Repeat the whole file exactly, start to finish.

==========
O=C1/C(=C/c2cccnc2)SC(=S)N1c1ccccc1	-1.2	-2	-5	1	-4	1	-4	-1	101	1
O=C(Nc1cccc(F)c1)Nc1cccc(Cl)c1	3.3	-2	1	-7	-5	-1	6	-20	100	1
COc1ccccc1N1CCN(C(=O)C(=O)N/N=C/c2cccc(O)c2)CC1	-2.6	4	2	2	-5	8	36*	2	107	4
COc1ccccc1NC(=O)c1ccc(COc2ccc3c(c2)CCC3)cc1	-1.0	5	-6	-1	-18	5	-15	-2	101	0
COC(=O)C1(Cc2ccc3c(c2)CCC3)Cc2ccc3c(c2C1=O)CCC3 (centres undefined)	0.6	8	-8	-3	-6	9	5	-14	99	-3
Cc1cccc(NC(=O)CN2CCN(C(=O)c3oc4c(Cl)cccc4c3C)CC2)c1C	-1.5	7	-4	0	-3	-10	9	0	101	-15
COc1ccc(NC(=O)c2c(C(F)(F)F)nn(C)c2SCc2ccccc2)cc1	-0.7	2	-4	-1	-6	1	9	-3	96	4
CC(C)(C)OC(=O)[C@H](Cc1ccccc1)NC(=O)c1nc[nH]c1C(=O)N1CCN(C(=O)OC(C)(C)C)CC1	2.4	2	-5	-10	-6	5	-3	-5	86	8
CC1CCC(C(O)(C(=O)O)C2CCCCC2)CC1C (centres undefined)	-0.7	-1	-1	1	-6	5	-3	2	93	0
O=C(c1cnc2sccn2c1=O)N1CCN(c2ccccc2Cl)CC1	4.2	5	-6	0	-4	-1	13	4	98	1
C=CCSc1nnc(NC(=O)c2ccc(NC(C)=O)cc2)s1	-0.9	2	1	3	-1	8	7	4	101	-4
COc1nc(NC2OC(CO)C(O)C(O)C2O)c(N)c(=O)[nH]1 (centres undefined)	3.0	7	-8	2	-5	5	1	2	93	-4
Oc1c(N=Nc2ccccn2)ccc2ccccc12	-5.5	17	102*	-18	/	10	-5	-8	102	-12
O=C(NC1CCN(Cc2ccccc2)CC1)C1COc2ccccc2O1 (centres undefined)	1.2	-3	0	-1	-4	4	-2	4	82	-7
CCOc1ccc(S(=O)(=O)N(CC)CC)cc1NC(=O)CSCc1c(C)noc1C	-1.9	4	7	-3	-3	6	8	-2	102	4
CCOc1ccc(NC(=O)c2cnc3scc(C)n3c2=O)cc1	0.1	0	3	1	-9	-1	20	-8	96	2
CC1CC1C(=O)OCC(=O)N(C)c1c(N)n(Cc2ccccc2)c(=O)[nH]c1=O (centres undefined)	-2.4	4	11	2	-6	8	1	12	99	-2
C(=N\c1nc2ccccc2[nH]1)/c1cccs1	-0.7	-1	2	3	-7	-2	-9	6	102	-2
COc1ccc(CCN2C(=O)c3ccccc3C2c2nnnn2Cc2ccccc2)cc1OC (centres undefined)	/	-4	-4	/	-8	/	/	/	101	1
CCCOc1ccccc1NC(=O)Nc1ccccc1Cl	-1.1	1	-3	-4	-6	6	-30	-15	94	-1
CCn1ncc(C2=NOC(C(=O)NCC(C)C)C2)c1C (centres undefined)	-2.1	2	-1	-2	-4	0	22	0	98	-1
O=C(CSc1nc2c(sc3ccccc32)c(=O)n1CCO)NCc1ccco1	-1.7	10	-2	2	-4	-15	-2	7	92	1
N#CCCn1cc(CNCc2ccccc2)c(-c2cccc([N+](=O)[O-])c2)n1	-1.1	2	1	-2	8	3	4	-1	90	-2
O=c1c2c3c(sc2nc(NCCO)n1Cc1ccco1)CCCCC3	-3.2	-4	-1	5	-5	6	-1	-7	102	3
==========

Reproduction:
O=C1/C(=C/c2cccnc2)SC(=S)N1c1ccccc1	-1.2	-2	-5	1	-4	1	-4	-1	101	1
O=C(Nc1cccc(F)c1)Nc1cccc(Cl)c1	3.3	-2	1	-7	-5	-1	6	-20	100	1
COc1ccccc1N1CCN(C(=O)C(=O)N/N=C/c2cccc(O)c2)CC1	-2.6	4	2	2	-5	8	36*	2	107	4
COc1ccccc1NC(=O)c1ccc(COc2ccc3c(c2)CCC3)cc1	-1.0	5	-6	-1	-18	5	-15	-2	101	0
COC(=O)C1(Cc2ccc3c(c2)CCC3)Cc2ccc3c(c2C1=O)CCC3 (centres undefined)	0.6	8	-8	-3	-6	9	5	-14	99	-3
Cc1cccc(NC(=O)CN2CCN(C(=O)c3oc4c(Cl)cccc4c3C)CC2)c1C	-1.5	7	-4	0	-3	-10	9	0	101	-15
COc1ccc(NC(=O)c2c(C(F)(F)F)nn(C)c2SCc2ccccc2)cc1	-0.7	2	-4	-1	-6	1	9	-3	96	4
CC(C)(C)OC(=O)[C@H](Cc1ccccc1)NC(=O)c1nc[nH]c1C(=O)N1CCN(C(=O)OC(C)(C)C)CC1	2.4	2	-5	-10	-6	5	-3	-5	86	8
CC1CCC(C(O)(C(=O)O)C2CCCCC2)CC1C (centres undefined)	-0.7	-1	-1	1	-6	5	-3	2	93	0
O=C(c1cnc2sccn2c1=O)N1CCN(c2ccccc2Cl)CC1	4.2	5	-6	0	-4	-1	13	4	98	1
C=CCSc1nnc(NC(=O)c2ccc(NC(C)=O)cc2)s1	-0.9	2	1	3	-1	8	7	4	101	-4
COc1nc(NC2OC(CO)C(O)C(O)C2O)c(N)c(=O)[nH]1 (centres undefined)	3.0	7	-8	2	-5	5	1	2	93	-4
Oc1c(N=Nc2ccccn2)ccc2ccccc12	-5.5	17	102*	-18	/	10	-5	-8	102	-12
O=C(NC1CCN(Cc2ccccc2)CC1)C1COc2ccccc2O1 (centres undefined)	1.2	-3	0	-1	-4	4	-2	4	82	-7
CCOc1ccc(S(=O)(=O)N(CC)CC)cc1NC(=O)CSCc1c(C)noc1C	-1.9	4	7	-3	-3	6	8	-2	102	4
CCOc1ccc(NC(=O)c2cnc3scc(C)n3c2=O)cc1	0.1	0	3	1	-9	-1	20	-8	96	2
CC1CC1C(=O)OCC(=O)N(C)c1c(N)n(Cc2ccccc2)c(=O)[nH]c1=O (centres undefined)	-2.4	4	11	2	-6	8	1	12	99	-2
C(=N\c1nc2ccccc2[nH]1)/c1cccs1	-0.7	-1	2	3	-7	-2	-9	6	102	-2
COc1ccc(CCN2C(=O)c3ccccc3C2c2nnnn2Cc2ccccc2)cc1OC (centres undefined)	/	-4	-4	/	-8	/	/	/	101	1
CCCOc1ccccc1NC(=O)Nc1ccccc1Cl	-1.1	1	-3	-4	-6	6	-30	-15	94	-1
CCn1ncc(C2=NOC(C(=O)NCC(C)C)C2)c1C (centres undefined)	-2.1	2	-1	-2	-4	0	22	0	98	-1
O=C(CSc1nc2c(sc3ccccc32)c(=O)n1CCO)NCc1ccco1	-1.7	10	-2	2	-4	-15	-2	7	92	1
N#CCCn1cc(CNCc2ccccc2)c(-c2cccc([N+](=O)[O-])c2)n1	-1.1	2	1	-2	8	3	4	-1	90	-2
O=c1c2c3c(sc2nc(NCCO)n1Cc1ccco1)CCCCC3	-3.2	-4	-1	5	-5	6	-1	-7	102	3